Photo Editing:

Many of the photo editing software comes standard (a perfect reason for you to use it and not think about it).  Some of it is OK for the amateur photographer, but there are programs that do a much better job and are also free.

Picasa: Picasa was purchased by internet giant Google quite some time ago, and then was (as is google’s motus operandi) made free, and features were added like crazy.  It has a much more intuitive way of finding your photos, and also adds support for red-eye removal and tagging pictures with places and people in them.  You can also upload some of your photos on the internet to share so that grandma can see pictures of your new baby (or puppy), for free!

USB Jump Drive

You probably bought one of these to store files, thinking man, this is handy.  Well, if you’ve lost yours and don’t want to replace it, try….

Dropbox – Creates a folder on each of your computers and syncs the items in the folder across the dropbox folders.  Along with moving your files to computers, you can use files on the dropbox website.  If you’re interested in more, check the homepage for a short video on how to get the most out of dropbox.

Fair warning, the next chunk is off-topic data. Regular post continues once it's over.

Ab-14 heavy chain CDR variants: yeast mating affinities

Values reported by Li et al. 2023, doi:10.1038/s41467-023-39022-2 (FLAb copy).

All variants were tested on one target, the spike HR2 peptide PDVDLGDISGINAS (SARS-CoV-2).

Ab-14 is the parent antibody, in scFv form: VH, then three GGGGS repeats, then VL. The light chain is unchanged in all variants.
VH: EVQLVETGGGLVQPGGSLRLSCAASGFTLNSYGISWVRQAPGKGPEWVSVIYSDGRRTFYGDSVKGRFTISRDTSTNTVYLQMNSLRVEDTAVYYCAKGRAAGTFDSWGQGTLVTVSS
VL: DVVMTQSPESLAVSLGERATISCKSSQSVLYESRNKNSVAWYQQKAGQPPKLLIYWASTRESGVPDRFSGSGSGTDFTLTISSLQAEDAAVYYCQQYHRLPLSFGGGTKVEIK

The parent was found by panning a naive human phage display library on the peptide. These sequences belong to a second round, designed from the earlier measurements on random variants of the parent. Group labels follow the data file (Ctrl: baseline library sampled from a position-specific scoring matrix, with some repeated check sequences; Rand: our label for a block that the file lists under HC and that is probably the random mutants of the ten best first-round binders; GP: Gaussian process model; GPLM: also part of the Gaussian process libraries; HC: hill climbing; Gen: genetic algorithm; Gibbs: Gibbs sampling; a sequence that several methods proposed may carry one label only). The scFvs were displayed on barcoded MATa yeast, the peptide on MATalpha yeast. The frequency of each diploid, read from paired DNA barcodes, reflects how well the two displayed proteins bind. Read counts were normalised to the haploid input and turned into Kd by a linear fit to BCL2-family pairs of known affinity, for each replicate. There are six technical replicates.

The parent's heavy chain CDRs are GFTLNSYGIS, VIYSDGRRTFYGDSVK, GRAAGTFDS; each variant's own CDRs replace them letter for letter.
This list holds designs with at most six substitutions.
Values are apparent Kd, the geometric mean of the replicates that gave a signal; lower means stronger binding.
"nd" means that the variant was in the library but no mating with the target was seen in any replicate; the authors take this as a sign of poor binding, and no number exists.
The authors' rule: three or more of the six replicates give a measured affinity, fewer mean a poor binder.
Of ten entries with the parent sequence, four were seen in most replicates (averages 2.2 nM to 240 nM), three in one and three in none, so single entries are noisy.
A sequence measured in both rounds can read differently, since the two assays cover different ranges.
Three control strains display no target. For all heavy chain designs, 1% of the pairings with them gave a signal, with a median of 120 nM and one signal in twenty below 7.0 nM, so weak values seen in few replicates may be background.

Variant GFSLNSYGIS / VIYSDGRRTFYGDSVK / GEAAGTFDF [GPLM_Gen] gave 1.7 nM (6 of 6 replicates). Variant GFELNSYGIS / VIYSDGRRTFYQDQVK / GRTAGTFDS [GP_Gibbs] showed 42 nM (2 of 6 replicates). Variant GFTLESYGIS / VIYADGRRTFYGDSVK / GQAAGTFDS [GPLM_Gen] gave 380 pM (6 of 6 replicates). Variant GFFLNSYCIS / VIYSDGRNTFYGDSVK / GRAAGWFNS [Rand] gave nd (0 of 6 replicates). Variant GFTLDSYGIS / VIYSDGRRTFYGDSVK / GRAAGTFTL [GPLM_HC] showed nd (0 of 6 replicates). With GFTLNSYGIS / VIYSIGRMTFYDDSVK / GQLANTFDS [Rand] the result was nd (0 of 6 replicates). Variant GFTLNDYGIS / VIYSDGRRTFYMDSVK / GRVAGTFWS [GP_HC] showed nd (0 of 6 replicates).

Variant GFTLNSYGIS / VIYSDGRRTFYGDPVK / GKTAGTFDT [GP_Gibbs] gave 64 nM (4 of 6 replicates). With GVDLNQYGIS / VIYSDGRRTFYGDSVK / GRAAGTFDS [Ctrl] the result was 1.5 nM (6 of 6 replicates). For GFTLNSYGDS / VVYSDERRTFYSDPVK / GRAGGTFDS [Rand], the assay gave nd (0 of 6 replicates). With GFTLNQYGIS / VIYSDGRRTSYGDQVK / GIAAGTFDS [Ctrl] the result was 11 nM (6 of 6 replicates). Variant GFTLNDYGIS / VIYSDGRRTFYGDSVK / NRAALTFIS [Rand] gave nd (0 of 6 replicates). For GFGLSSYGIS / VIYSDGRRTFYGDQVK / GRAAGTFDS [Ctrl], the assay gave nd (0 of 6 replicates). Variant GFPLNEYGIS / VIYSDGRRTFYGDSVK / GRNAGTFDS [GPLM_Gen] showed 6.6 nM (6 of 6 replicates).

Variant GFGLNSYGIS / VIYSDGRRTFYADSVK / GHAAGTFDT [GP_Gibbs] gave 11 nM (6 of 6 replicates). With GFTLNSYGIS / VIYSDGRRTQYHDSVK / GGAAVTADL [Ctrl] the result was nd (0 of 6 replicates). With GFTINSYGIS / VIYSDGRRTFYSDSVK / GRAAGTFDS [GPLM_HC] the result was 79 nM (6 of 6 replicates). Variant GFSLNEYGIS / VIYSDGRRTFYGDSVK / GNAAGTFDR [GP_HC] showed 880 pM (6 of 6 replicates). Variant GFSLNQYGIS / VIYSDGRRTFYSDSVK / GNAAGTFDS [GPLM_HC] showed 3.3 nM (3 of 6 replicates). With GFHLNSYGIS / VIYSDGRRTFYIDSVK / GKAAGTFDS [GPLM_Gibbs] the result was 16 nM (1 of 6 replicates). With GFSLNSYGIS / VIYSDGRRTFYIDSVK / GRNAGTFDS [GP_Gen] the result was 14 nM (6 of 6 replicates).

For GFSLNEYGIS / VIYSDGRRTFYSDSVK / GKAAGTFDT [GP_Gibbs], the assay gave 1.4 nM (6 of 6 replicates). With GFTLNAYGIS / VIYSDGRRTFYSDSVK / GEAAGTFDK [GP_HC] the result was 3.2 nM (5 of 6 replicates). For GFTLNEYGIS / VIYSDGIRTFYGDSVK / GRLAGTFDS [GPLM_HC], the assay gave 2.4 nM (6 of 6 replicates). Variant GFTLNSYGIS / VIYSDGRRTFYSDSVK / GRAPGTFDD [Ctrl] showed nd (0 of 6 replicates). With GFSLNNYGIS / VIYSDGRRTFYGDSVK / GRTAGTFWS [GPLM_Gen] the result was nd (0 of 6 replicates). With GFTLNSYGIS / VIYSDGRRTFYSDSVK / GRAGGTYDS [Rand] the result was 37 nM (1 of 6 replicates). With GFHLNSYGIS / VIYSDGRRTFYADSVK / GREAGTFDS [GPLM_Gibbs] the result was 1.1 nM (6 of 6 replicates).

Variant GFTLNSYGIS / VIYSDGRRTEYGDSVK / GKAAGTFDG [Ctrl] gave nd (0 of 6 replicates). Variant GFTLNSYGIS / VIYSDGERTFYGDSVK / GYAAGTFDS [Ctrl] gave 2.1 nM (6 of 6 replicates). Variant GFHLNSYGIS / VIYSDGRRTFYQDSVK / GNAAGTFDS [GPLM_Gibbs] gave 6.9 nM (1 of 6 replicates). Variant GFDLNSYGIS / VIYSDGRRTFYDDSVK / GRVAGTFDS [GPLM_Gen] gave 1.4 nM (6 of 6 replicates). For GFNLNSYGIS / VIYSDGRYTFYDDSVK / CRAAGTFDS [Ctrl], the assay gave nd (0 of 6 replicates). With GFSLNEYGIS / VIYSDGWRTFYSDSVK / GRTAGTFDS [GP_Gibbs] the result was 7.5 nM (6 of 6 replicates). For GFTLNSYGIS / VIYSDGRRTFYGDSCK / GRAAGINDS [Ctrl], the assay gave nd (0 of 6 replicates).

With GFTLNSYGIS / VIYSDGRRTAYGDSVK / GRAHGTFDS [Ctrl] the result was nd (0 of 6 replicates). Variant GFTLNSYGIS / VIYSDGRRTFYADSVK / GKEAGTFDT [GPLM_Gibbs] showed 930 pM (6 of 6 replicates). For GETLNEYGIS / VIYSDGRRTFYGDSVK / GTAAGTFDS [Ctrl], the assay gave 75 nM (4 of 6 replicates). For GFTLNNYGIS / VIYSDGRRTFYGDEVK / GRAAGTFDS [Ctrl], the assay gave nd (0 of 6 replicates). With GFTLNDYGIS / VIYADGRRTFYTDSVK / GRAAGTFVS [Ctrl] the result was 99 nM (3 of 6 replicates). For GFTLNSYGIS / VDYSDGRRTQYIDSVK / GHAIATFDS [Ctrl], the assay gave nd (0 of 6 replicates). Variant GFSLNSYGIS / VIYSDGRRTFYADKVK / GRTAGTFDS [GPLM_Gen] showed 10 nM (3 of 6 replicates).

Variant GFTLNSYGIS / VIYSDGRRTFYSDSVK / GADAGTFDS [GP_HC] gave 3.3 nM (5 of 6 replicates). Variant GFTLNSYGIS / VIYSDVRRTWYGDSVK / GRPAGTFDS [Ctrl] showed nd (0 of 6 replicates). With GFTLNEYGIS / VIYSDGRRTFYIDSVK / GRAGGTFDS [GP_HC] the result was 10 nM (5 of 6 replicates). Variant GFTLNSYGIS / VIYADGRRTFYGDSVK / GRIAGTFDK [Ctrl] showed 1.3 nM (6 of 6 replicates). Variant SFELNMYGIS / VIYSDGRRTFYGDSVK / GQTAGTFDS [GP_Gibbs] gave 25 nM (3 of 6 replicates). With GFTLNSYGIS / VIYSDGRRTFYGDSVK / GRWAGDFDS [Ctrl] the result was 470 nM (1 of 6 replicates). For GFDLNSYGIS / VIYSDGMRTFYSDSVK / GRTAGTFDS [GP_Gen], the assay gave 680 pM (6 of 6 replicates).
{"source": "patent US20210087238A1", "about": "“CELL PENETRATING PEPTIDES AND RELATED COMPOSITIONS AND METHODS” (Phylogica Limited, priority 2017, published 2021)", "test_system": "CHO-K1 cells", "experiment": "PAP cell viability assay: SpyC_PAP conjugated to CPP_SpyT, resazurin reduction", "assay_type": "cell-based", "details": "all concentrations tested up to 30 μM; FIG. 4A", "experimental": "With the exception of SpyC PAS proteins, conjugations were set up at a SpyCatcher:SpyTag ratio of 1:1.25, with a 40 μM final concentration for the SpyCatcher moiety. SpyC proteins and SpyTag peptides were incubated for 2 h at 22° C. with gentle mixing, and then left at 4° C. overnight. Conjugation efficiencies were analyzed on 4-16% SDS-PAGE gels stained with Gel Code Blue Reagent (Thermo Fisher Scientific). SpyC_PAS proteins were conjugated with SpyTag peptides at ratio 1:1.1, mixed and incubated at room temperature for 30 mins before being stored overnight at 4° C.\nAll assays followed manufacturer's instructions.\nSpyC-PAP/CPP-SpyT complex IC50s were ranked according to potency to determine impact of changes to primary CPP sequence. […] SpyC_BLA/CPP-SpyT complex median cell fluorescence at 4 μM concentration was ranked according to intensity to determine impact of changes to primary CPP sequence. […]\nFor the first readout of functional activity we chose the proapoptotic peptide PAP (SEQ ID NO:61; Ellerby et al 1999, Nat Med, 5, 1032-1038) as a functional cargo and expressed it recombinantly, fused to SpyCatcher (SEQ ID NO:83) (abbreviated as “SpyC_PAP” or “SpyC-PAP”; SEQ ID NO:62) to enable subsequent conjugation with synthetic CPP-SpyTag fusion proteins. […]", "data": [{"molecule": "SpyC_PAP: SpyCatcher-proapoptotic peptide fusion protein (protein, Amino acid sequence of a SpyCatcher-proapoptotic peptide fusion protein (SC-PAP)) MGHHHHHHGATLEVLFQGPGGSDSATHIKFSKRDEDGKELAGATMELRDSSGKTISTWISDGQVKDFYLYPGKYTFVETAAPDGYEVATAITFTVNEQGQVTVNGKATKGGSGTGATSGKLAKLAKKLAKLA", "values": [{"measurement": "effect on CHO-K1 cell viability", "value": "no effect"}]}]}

For most users, these options would save you lots of money in software when purchasing a new computer.  There’s more products that will allow you to cut the cost of Microsoft Windows out, but I didnt mention them for 2 reasons:

  • It’s usually included in the cost of the computer
  • Other Operating System software (Linux, Unix) is typically for IT geeks like myself.

So, I encourage you to take some of Bakers advice and Unautomate your software choices.  The old methods work ok, but there are newer, better and free-er (is that a word) software options.  Explore them, you’ll save money and be glad you did.

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17 thoughts on “Saving Money Tip: Open Source Software”

  1. Have you ever considered SSuite Office as a free alternative to MS Office?

    Their software also doesn’t need to run on Java or .NET, like MS Office and so many open source office suites, so it makes their software very small, efficient, and easy to use. 🙂

  2. I havent tried SSuite Office. I’ll have to give it a look when I get some time. Thanks for the tip. Shrinking the code base and “features” of some of the softwares is not a bad thing at all times, in my eyes. Some of them are so code & feature laden that they cause problems.